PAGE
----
Molinaro Announces New Initiatives to Advance Diversity and Protection of Human Rights in Dutchess County

Molinaro Announces New Initiatives to Advance Diversity and Protection of Human Rights in Dutchess County

 Jody Miller to Serve as County’s Equal Employment Opportunity/Human Rights Officer

County to “Ban the Box”

Poughkeepsie… With the approach of the Martin Luther King Jr. national holiday, Dutchess County Executive Marcus Molinaro has announced Dutchess County’s enhanced commitment to equality for all citizens, with several Human Resources initiatives, including the appointment of Jody Miller as the County’s new Equal Employment Opportunity/Human Rights  (EEO/HR) Officer.    As the new EEO/HR Officer, Ms. Miller will oversee County Executive Molinaro’s initiatives to reconstitute the Human Rights Commission, launch a workforce diversity taskforce and “Ban the Box” on employment applications.

County Executive Molinaro said, “These actions – a new EEO/Human Rights Officer, re-establishment of our Human Rights Commission, a workforce diversity taskforce and ‘Banning the Box’ – honor the legacy of Martin Luther King Jr and demonstrate Dutchess County’s commitment to the protection of civil and human rights.   Our goal is always be responsive to our community, providing opportunities for people to have their voice heard, facilitate change where needed and help move our county forward with broader opportunities for all.”

Jody Miller will begin as Dutchess County’s new Equal Employment Opportunity/Human Rights Officer in February, 2016.    Ms. Miller is a graduate of SUNY New Paltz.    She has most recently served as the Executive Director for the Mediation Center of Dutchess County, Inc., where she has spent nearly two decades advancing the agency’s mission to provide and promote conflict prevention, management and resolution services and education to individuals, families, businesses and organizations in Dutchess County.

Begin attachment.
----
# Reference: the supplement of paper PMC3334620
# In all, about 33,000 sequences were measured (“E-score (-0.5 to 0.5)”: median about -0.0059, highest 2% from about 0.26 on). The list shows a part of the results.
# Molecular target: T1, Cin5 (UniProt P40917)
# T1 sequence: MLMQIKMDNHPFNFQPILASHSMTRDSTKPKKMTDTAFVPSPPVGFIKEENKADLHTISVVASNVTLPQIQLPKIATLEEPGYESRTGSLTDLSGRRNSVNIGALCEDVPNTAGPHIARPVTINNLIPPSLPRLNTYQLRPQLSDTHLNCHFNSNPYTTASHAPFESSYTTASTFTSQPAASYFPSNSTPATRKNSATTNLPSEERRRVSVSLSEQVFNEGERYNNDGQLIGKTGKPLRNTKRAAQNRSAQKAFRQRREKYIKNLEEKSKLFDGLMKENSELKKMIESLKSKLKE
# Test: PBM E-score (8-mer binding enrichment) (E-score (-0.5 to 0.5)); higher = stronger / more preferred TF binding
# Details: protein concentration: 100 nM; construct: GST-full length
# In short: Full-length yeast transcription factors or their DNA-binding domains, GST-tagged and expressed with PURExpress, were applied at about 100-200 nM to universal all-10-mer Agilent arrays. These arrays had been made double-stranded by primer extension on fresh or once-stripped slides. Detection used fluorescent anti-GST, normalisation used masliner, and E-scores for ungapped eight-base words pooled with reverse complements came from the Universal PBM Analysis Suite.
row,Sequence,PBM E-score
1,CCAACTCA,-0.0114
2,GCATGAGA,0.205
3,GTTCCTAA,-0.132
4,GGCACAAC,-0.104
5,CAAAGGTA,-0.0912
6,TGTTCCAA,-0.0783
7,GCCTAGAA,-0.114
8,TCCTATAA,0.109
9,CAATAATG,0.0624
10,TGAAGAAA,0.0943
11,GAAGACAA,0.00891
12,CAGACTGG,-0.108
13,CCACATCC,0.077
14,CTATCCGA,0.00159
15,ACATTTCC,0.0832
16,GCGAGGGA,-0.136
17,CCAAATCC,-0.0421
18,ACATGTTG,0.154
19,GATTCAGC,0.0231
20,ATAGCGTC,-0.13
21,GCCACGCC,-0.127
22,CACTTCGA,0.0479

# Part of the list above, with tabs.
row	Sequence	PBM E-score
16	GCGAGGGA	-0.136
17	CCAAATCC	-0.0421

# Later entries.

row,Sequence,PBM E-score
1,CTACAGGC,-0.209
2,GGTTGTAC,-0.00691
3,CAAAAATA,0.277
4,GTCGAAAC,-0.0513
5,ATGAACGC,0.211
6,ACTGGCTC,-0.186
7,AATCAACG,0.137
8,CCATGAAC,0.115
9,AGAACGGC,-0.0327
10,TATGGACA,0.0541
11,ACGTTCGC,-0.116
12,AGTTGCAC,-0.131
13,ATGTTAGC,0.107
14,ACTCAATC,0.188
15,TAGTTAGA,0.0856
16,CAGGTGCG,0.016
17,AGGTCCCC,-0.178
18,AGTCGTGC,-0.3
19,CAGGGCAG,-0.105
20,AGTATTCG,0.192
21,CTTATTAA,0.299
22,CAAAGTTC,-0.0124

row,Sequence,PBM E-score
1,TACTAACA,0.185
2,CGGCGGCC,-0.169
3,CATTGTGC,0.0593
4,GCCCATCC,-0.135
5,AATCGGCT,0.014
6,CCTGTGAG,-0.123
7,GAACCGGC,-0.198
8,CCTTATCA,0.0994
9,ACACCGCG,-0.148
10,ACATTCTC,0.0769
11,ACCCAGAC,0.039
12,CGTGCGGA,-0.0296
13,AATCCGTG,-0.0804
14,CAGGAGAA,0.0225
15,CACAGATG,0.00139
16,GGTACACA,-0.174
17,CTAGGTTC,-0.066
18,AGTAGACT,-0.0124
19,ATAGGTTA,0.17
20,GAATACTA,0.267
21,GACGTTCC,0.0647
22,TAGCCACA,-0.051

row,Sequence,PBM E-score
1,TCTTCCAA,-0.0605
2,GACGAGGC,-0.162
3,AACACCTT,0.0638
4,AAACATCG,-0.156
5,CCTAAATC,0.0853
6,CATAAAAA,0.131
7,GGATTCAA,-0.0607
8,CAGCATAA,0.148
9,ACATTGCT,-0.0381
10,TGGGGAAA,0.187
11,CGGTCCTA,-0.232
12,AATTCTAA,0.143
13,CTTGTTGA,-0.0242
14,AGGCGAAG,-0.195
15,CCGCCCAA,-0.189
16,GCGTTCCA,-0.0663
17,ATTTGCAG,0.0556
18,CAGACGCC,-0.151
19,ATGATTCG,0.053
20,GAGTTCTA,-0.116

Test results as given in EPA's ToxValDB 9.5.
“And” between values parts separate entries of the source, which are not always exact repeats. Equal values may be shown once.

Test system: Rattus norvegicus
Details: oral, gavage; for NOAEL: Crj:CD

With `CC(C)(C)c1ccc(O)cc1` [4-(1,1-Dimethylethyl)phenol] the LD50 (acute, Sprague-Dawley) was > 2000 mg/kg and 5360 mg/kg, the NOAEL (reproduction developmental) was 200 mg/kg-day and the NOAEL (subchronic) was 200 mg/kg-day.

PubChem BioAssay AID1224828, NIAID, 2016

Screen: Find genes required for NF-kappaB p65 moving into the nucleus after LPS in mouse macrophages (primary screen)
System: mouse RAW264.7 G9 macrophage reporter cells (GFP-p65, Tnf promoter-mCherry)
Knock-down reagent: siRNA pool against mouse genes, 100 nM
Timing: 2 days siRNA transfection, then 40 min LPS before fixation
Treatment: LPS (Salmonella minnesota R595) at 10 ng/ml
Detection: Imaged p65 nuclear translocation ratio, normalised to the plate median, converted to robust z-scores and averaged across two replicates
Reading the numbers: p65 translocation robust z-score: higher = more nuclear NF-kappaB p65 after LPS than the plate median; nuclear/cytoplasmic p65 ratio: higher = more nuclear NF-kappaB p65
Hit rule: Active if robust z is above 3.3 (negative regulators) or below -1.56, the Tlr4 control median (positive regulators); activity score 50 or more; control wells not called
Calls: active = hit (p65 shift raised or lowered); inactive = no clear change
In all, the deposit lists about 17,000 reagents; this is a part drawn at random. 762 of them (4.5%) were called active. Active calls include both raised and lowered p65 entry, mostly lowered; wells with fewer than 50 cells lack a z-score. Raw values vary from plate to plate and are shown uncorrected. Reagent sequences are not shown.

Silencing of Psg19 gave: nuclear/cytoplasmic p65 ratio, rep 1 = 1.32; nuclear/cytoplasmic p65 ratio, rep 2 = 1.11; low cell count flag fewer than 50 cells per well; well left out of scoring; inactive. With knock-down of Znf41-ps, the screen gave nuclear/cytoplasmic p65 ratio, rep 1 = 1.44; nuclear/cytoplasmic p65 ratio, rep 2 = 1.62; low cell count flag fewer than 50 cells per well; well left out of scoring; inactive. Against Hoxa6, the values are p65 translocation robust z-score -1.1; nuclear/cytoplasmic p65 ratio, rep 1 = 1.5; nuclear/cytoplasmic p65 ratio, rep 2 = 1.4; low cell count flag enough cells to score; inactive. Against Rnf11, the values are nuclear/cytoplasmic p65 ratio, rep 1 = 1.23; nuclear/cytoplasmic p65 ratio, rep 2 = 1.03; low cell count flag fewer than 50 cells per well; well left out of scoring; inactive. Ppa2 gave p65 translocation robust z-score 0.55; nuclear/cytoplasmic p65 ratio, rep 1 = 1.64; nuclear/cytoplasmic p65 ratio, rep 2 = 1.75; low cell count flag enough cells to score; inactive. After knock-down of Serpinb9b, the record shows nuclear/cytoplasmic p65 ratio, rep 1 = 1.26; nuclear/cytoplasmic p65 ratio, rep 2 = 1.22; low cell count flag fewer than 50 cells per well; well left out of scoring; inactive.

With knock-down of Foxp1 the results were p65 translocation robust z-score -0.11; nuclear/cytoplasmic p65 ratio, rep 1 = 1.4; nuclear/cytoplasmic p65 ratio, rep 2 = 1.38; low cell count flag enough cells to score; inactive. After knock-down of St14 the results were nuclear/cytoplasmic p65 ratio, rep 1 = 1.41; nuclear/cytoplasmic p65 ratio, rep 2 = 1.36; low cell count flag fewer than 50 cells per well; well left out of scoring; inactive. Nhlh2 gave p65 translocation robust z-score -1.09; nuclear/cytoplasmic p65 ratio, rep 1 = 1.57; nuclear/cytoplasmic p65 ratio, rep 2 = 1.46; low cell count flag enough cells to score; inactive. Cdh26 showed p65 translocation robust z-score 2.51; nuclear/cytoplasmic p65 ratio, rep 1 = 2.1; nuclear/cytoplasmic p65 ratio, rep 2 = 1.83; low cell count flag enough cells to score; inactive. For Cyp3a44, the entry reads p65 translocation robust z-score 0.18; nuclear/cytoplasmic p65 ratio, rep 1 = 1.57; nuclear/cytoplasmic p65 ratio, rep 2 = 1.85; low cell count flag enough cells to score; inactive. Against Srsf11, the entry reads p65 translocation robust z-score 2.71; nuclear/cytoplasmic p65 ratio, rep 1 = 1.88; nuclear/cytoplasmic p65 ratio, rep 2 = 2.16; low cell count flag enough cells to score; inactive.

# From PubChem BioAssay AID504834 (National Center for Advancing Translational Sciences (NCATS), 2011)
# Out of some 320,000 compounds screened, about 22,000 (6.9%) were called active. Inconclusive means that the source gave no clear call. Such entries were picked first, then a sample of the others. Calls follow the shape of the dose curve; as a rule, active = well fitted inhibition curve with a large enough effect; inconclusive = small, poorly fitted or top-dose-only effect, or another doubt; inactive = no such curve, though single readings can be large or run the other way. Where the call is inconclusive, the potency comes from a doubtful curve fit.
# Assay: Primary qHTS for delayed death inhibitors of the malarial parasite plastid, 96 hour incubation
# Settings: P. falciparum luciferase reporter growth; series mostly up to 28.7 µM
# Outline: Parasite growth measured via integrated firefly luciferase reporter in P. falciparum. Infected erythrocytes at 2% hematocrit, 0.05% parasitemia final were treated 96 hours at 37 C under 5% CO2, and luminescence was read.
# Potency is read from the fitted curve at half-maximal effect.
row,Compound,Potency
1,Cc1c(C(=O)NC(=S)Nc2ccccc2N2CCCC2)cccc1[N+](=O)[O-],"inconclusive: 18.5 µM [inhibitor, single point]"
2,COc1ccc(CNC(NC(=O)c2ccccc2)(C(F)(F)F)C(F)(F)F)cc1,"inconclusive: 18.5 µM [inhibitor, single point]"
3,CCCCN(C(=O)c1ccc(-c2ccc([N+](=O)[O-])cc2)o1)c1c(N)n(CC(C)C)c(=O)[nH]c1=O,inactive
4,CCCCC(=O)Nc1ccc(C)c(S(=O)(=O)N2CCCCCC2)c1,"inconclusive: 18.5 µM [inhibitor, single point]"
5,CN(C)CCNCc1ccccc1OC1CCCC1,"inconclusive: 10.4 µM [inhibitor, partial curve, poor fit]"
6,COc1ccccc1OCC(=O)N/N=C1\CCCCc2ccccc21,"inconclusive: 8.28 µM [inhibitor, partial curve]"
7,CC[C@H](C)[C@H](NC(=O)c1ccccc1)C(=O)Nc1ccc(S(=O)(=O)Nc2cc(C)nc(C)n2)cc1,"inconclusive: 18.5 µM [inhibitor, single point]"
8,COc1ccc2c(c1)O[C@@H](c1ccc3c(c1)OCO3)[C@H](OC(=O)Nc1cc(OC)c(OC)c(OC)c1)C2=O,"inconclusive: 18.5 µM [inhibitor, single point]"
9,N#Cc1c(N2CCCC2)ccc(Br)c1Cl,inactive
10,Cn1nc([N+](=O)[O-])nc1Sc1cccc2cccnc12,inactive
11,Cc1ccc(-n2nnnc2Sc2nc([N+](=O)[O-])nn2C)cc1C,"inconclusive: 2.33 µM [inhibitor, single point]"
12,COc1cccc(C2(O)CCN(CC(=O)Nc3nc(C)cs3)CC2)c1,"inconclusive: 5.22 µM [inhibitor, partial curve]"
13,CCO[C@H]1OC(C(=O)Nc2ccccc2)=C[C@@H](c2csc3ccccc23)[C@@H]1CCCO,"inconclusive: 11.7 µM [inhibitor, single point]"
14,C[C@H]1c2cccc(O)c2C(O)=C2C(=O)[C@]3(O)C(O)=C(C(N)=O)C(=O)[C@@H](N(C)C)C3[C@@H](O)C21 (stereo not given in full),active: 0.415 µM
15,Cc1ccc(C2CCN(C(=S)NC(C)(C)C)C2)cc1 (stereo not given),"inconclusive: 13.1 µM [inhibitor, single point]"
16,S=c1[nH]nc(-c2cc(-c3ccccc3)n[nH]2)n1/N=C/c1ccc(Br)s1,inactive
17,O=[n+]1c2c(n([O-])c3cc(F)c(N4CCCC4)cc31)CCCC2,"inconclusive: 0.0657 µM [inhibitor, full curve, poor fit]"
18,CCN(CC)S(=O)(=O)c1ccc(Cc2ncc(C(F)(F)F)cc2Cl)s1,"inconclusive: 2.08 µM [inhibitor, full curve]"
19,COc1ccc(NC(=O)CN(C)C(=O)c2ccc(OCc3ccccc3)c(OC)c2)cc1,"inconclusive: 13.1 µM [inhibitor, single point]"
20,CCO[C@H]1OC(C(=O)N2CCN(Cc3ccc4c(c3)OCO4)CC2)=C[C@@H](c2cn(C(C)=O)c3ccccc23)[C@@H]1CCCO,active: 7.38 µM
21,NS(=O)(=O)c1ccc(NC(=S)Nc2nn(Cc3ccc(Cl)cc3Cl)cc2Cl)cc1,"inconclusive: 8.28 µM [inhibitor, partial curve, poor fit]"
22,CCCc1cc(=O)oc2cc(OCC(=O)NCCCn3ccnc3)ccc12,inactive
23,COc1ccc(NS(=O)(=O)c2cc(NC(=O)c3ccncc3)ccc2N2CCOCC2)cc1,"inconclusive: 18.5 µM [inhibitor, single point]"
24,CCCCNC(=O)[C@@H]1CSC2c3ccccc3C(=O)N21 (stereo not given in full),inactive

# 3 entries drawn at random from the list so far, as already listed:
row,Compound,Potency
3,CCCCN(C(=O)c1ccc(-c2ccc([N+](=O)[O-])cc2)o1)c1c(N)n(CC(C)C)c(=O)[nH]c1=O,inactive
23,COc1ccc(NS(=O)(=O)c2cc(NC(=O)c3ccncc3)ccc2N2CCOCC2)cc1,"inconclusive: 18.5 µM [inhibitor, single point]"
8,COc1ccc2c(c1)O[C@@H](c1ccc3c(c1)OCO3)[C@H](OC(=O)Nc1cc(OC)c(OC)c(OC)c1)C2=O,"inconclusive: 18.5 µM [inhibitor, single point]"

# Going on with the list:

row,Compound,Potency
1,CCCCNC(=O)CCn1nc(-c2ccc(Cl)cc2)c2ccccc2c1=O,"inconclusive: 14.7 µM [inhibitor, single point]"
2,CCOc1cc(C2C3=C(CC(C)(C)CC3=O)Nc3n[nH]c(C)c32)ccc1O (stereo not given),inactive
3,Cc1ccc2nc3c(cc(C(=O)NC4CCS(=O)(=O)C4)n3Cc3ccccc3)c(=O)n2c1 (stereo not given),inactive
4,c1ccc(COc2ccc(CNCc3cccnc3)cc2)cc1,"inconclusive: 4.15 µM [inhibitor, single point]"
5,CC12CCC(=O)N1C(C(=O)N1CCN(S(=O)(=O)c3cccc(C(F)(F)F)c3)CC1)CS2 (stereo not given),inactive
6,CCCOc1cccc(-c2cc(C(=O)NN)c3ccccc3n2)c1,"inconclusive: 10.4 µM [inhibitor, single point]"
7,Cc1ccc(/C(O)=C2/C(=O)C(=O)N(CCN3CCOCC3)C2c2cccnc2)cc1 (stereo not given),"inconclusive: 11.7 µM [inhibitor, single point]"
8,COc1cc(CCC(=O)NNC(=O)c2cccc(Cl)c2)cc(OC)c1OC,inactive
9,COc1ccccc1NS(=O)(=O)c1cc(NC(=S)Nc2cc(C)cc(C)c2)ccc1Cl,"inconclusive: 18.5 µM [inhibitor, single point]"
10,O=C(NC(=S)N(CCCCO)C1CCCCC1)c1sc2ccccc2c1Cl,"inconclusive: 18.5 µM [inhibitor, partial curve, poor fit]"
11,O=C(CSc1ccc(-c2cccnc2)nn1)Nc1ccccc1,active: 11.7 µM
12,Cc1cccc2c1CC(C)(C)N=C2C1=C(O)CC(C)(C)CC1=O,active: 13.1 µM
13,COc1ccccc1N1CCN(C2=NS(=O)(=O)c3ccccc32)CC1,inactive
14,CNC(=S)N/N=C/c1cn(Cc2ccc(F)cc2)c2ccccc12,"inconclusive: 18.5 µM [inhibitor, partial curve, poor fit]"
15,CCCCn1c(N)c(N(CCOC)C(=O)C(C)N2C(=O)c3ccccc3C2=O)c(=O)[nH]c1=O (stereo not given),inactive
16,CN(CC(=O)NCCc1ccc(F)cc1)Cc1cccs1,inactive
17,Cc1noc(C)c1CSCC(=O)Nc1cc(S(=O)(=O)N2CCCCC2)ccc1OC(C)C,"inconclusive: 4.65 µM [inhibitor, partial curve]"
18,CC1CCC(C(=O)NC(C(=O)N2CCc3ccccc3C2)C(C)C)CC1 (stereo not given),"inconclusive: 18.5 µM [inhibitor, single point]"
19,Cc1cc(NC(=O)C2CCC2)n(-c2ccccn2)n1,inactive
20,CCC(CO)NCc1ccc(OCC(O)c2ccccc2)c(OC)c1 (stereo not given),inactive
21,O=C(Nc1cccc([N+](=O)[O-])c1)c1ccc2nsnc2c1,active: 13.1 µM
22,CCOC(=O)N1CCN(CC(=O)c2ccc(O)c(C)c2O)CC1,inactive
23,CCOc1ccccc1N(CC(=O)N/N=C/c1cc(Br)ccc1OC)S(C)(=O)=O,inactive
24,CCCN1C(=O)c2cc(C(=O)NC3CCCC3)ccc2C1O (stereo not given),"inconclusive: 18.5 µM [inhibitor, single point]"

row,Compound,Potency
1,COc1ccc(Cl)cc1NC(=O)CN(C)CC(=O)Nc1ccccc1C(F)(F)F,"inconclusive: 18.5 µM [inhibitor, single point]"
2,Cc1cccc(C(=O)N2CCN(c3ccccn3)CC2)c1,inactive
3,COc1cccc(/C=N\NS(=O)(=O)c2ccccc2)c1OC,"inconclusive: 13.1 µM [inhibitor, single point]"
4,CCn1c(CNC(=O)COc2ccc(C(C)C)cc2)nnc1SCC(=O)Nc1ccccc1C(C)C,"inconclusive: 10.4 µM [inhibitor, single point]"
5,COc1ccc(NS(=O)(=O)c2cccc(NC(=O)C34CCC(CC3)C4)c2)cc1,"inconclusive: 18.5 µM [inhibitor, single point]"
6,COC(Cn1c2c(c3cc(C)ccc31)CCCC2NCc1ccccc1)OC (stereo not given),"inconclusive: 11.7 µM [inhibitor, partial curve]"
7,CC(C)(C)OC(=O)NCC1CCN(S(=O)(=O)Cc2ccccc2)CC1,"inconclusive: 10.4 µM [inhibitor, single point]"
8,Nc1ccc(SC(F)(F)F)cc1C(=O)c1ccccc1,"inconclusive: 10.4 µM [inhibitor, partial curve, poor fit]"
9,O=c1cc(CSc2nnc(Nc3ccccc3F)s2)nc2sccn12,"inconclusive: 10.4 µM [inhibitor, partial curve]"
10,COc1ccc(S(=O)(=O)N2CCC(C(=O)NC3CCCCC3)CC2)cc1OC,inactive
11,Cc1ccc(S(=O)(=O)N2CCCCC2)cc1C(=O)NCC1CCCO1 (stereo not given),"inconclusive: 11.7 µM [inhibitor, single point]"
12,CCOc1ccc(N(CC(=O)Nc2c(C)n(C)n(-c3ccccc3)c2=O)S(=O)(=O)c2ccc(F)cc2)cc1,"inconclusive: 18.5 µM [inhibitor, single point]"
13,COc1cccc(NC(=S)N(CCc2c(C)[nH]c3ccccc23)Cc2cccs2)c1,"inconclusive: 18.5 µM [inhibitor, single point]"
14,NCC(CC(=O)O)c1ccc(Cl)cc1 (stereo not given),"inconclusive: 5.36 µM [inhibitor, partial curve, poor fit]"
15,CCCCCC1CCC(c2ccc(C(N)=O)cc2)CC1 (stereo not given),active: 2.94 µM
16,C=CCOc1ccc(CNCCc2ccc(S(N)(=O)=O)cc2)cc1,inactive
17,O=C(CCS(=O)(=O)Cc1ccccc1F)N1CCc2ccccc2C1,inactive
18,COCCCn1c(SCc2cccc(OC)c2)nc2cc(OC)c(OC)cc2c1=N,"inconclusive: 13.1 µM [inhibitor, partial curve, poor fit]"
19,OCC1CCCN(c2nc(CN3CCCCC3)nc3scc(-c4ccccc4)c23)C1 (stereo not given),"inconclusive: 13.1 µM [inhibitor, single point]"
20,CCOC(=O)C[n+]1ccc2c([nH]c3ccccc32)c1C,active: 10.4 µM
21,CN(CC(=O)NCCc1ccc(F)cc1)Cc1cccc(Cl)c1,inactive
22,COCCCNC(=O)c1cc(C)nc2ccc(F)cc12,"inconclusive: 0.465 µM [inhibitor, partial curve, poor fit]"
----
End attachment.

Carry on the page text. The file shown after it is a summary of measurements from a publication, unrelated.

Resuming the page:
Ms. Miller has been actively involved in both local community and statewide organizations.  She serves as a Fellow at the Institute for the Study of Conflict Transformation and has served as a member of the Elder Justice Working Group, NYS Senator Sue Serino’s Aging Services Advisory Board, Dutchess County Coalition of Non-Profits, the Coalition Against Sexual and Domestic Abuse, and the NYS Office of Alternative Dispute Resolution Mediation Ethics Advisory Committee, among others.

As EEO/Human Rights Officer, Ms. Miller will be responsible for ensuring the County’s recruitment and employment policies and practices and ensuring are in compliance with all equal employment opportunity legislation.     She will also be responsible for the development, monitoring and/or advocacy of the County’s Affirmative Action Plan.    Ms. Miller will serve as a resource for the general public in the identification and prevention of discrimination and the protection of the rights of the individual.

Human Rights Commission

With Ms. Miller serving as the Chair, County Executive Molinaro will re-establish the Dutchess County Human Rights Commission.  The original Dutchess County Commission on Human Rights was created in 1984 by the Dutchess County Legislature and authorized by then-County Executive Lucille Pattison.    County Executive Molinaro will be forwarding a resolution to the Dutchess County Legislature to reconstitute the Human Rights Commission with community members from across the county.  Commission members will be appointed by the County Executive and confirmed by the Dutchess County Legislature. The Commission will serve in an investigative/advisory role and will be charged with the responsibility of addressing discriminatory practices, attempting to resolve the practices and serve as an efficient referral of complaint materials to the New York State Division of Human Rights (Peekskill office) in the event a resolution cannot be reached. It will be the duty of the Commission to foster mutual respect and understanding among racial, religious, nationality and other groups in Dutchess County.    The Commission will serve as a resource for the community to identify discrimination, address the issue and work with those involved to stop the behavior.

Dutchess County Legislator Barbara Jeter-Jackson, who represents the City of Poughkeepsie, said, “Having a Dutchess County Human Rights Commission provides our residents an opportunity to be heard and assisted when they believe facing issues of discrimination or injustice.  I am very excited to be moving forward with the re-establishment of our Human Rights Commission and look forward to working with County Executive Molinaro to ensure its success for all our residents.”